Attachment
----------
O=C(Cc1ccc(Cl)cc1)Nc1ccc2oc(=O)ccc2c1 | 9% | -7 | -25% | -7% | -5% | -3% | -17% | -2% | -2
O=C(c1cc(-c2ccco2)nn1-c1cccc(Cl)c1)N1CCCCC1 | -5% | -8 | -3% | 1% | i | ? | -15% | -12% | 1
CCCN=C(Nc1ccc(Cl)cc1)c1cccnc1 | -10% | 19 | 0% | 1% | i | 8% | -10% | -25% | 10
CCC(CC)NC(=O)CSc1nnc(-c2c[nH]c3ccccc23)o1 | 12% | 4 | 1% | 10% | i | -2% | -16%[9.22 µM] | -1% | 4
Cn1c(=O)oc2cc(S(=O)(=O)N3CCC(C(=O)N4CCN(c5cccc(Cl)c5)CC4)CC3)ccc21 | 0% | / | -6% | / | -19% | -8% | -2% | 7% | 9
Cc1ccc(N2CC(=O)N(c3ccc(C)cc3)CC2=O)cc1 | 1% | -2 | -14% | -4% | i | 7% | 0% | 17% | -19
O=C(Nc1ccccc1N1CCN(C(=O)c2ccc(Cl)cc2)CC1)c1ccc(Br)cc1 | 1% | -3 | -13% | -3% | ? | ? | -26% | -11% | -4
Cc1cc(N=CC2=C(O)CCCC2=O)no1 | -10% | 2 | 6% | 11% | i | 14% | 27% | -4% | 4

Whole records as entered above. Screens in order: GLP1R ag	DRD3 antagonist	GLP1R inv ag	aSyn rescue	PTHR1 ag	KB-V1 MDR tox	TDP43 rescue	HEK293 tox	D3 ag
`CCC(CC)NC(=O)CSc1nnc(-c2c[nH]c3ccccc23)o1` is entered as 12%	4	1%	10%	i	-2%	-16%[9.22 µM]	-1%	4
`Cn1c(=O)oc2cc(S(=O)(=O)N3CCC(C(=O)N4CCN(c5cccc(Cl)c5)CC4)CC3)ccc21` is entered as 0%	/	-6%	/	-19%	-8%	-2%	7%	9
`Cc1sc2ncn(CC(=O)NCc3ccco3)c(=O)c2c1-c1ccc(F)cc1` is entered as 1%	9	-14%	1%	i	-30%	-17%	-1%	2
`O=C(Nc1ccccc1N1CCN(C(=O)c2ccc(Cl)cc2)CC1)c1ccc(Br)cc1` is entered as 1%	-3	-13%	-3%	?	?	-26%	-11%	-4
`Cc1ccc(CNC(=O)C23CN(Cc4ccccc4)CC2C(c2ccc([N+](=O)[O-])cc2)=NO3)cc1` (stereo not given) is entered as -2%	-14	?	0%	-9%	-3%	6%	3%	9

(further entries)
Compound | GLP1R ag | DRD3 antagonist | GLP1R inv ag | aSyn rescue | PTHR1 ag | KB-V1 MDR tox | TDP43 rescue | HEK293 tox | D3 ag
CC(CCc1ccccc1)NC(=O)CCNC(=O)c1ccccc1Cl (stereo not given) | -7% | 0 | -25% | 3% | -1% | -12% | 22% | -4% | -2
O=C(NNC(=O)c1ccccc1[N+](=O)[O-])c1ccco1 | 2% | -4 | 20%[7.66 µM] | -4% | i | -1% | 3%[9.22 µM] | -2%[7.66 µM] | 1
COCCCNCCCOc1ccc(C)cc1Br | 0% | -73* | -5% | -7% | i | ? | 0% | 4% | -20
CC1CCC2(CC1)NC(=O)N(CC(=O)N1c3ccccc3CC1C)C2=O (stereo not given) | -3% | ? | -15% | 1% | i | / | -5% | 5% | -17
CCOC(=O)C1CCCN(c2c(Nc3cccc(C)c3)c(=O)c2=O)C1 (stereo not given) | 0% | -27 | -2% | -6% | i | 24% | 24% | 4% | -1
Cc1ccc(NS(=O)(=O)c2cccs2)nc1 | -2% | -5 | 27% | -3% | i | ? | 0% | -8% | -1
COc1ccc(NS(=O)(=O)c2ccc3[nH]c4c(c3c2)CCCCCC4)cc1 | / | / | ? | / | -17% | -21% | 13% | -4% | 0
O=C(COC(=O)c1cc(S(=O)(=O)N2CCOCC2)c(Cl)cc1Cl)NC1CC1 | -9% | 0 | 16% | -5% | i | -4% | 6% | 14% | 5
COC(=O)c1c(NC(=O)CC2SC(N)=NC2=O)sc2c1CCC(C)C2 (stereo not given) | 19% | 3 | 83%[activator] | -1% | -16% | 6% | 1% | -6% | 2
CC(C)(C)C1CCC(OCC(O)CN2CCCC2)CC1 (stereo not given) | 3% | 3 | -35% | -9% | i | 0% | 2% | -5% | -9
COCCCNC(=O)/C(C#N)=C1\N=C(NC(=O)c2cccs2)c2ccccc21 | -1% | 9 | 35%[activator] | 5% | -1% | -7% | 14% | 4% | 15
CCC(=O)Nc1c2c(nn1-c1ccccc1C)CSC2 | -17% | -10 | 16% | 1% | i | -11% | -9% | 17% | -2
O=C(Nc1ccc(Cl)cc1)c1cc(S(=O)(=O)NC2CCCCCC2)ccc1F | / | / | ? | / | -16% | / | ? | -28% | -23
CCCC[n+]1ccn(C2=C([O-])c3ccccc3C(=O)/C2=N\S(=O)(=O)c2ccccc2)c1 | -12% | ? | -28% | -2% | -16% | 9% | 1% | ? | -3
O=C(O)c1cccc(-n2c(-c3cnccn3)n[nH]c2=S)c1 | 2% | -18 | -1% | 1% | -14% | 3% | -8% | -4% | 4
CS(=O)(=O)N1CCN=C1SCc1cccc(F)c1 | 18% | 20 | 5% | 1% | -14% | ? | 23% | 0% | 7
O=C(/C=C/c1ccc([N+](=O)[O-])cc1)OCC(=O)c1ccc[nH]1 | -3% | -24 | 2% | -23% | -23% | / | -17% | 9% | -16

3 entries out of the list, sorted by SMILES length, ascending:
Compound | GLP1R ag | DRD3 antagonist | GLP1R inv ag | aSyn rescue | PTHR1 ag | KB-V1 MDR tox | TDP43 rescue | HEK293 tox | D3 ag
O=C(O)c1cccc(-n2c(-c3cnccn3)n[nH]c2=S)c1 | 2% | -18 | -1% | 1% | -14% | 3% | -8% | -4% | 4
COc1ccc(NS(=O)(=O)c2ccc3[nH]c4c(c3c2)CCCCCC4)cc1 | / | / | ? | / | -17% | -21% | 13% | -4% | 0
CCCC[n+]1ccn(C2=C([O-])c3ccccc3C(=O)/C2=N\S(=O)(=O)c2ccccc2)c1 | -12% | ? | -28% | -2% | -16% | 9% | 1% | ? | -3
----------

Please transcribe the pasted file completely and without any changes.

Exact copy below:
O=C(Cc1ccc(Cl)cc1)Nc1ccc2oc(=O)ccc2c1 | 9% | -7 | -25% | -7% | -5% | -3% | -17% | -2% | -2
O=C(c1cc(-c2ccco2)nn1-c1cccc(Cl)c1)N1CCCCC1 | -5% | -8 | -3% | 1% | i | ? | -15% | -12% | 1
CCCN=C(Nc1ccc(Cl)cc1)c1cccnc1 | -10% | 19 | 0% | 1% | i | 8% | -10% | -25% | 10
CCC(CC)NC(=O)CSc1nnc(-c2c[nH]c3ccccc23)o1 | 12% | 4 | 1% | 10% | i | -2% | -16%[9.22 µM] | -1% | 4
Cn1c(=O)oc2cc(S(=O)(=O)N3CCC(C(=O)N4CCN(c5cccc(Cl)c5)CC4)CC3)ccc21 | 0% | / | -6% | / | -19% | -8% | -2% | 7% | 9
Cc1ccc(N2CC(=O)N(c3ccc(C)cc3)CC2=O)cc1 | 1% | -2 | -14% | -4% | i | 7% | 0% | 17% | -19
O=C(Nc1ccccc1N1CCN(C(=O)c2ccc(Cl)cc2)CC1)c1ccc(Br)cc1 | 1% | -3 | -13% | -3% | ? | ? | -26% | -11% | -4
Cc1cc(N=CC2=C(O)CCCC2=O)no1 | -10% | 2 | 6% | 11% | i | 14% | 27% | -4% | 4

Whole records as entered above. Screens in order: GLP1R ag	DRD3 antagonist	GLP1R inv ag	aSyn rescue	PTHR1 ag	KB-V1 MDR tox	TDP43 rescue	HEK293 tox	D3 ag
`CCC(CC)NC(=O)CSc1nnc(-c2c[nH]c3ccccc23)o1` is entered as 12%	4	1%	10%	i	-2%	-16%[9.22 µM]	-1%	4
`Cn1c(=O)oc2cc(S(=O)(=O)N3CCC(C(=O)N4CCN(c5cccc(Cl)c5)CC4)CC3)ccc21` is entered as 0%	/	-6%	/	-19%	-8%	-2%	7%	9
`Cc1sc2ncn(CC(=O)NCc3ccco3)c(=O)c2c1-c1ccc(F)cc1` is entered as 1%	9	-14%	1%	i	-30%	-17%	-1%	2
`O=C(Nc1ccccc1N1CCN(C(=O)c2ccc(Cl)cc2)CC1)c1ccc(Br)cc1` is entered as 1%	-3	-13%	-3%	?	?	-26%	-11%	-4
`Cc1ccc(CNC(=O)C23CN(Cc4ccccc4)CC2C(c2ccc([N+](=O)[O-])cc2)=NO3)cc1` (stereo not given) is entered as -2%	-14	?	0%	-9%	-3%	6%	3%	9

(further entries)
Compound | GLP1R ag | DRD3 antagonist | GLP1R inv ag | aSyn rescue | PTHR1 ag | KB-V1 MDR tox | TDP43 rescue | HEK293 tox | D3 ag
CC(CCc1ccccc1)NC(=O)CCNC(=O)c1ccccc1Cl (stereo not given) | -7% | 0 | -25% | 3% | -1% | -12% | 22% | -4% | -2
O=C(NNC(=O)c1ccccc1[N+](=O)[O-])c1ccco1 | 2% | -4 | 20%[7.66 µM] | -4% | i | -1% | 3%[9.22 µM] | -2%[7.66 µM] | 1
COCCCNCCCOc1ccc(C)cc1Br | 0% | -73* | -5% | -7% | i | ? | 0% | 4% | -20
CC1CCC2(CC1)NC(=O)N(CC(=O)N1c3ccccc3CC1C)C2=O (stereo not given) | -3% | ? | -15% | 1% | i | / | -5% | 5% | -17
CCOC(=O)C1CCCN(c2c(Nc3cccc(C)c3)c(=O)c2=O)C1 (stereo not given) | 0% | -27 | -2% | -6% | i | 24% | 24% | 4% | -1
Cc1ccc(NS(=O)(=O)c2cccs2)nc1 | -2% | -5 | 27% | -3% | i | ? | 0% | -8% | -1
COc1ccc(NS(=O)(=O)c2ccc3[nH]c4c(c3c2)CCCCCC4)cc1 | / | / | ? | / | -17% | -21% | 13% | -4% | 0
O=C(COC(=O)c1cc(S(=O)(=O)N2CCOCC2)c(Cl)cc1Cl)NC1CC1 | -9% | 0 | 16% | -5% | i | -4% | 6% | 14% | 5
COC(=O)c1c(NC(=O)CC2SC(N)=NC2=O)sc2c1CCC(C)C2 (stereo not given) | 19% | 3 | 83%[activator] | -1% | -16% | 6% | 1% | -6% | 2
CC(C)(C)C1CCC(OCC(O)CN2CCCC2)CC1 (stereo not given) | 3% | 3 | -35% | -9% | i | 0% | 2% | -5% | -9
COCCCNC(=O)/C(C#N)=C1\N=C(NC(=O)c2cccs2)c2ccccc21 | -1% | 9 | 35%[activator] | 5% | -1% | -7% | 14% | 4% | 15
CCC(=O)Nc1c2c(nn1-c1ccccc1C)CSC2 | -17% | -10 | 16% | 1% | i | -11% | -9% | 17% | -2
O=C(Nc1ccc(Cl)cc1)c1cc(S(=O)(=O)NC2CCCCCC2)ccc1F | / | / | ? | / | -16% | / | ? | -28% | -23
CCCC[n+]1ccn(C2=C([O-])c3ccccc3C(=O)/C2=N\S(=O)(=O)c2ccccc2)c1 | -12% | ? | -28% | -2% | -16% | 9% | 1% | ? | -3
O=C(O)c1cccc(-n2c(-c3cnccn3)n[nH]c2=S)c1 | 2% | -18 | -1% | 1% | -14% | 3% | -8% | -4% | 4
CS(=O)(=O)N1CCN=C1SCc1cccc(F)c1 | 18% | 20 | 5% | 1% | -14% | ? | 23% | 0% | 7
O=C(/C=C/c1ccc([N+](=O)[O-])cc1)OCC(=O)c1ccc[nH]1 | -3% | -24 | 2% | -23% | -23% | / | -17% | 9% | -16

3 entries out of the list, sorted by SMILES length, ascending:
Compound | GLP1R ag | DRD3 antagonist | GLP1R inv ag | aSyn rescue | PTHR1 ag | KB-V1 MDR tox | TDP43 rescue | HEK293 tox | D3 ag
O=C(O)c1cccc(-n2c(-c3cnccn3)n[nH]c2=S)c1 | 2% | -18 | -1% | 1% | -14% | 3% | -8% | -4% | 4
COc1ccc(NS(=O)(=O)c2ccc3[nH]c4c(c3c2)CCCCCC4)cc1 | / | / | ? | / | -17% | -21% | 13% | -4% | 0
CCCC[n+]1ccn(C2=C([O-])c3ccccc3C(=O)/C2=N\S(=O)(=O)c2ccccc2)c1 | -12% | ? | -28% | -2% | -16% | 9% | 1% | ? | -3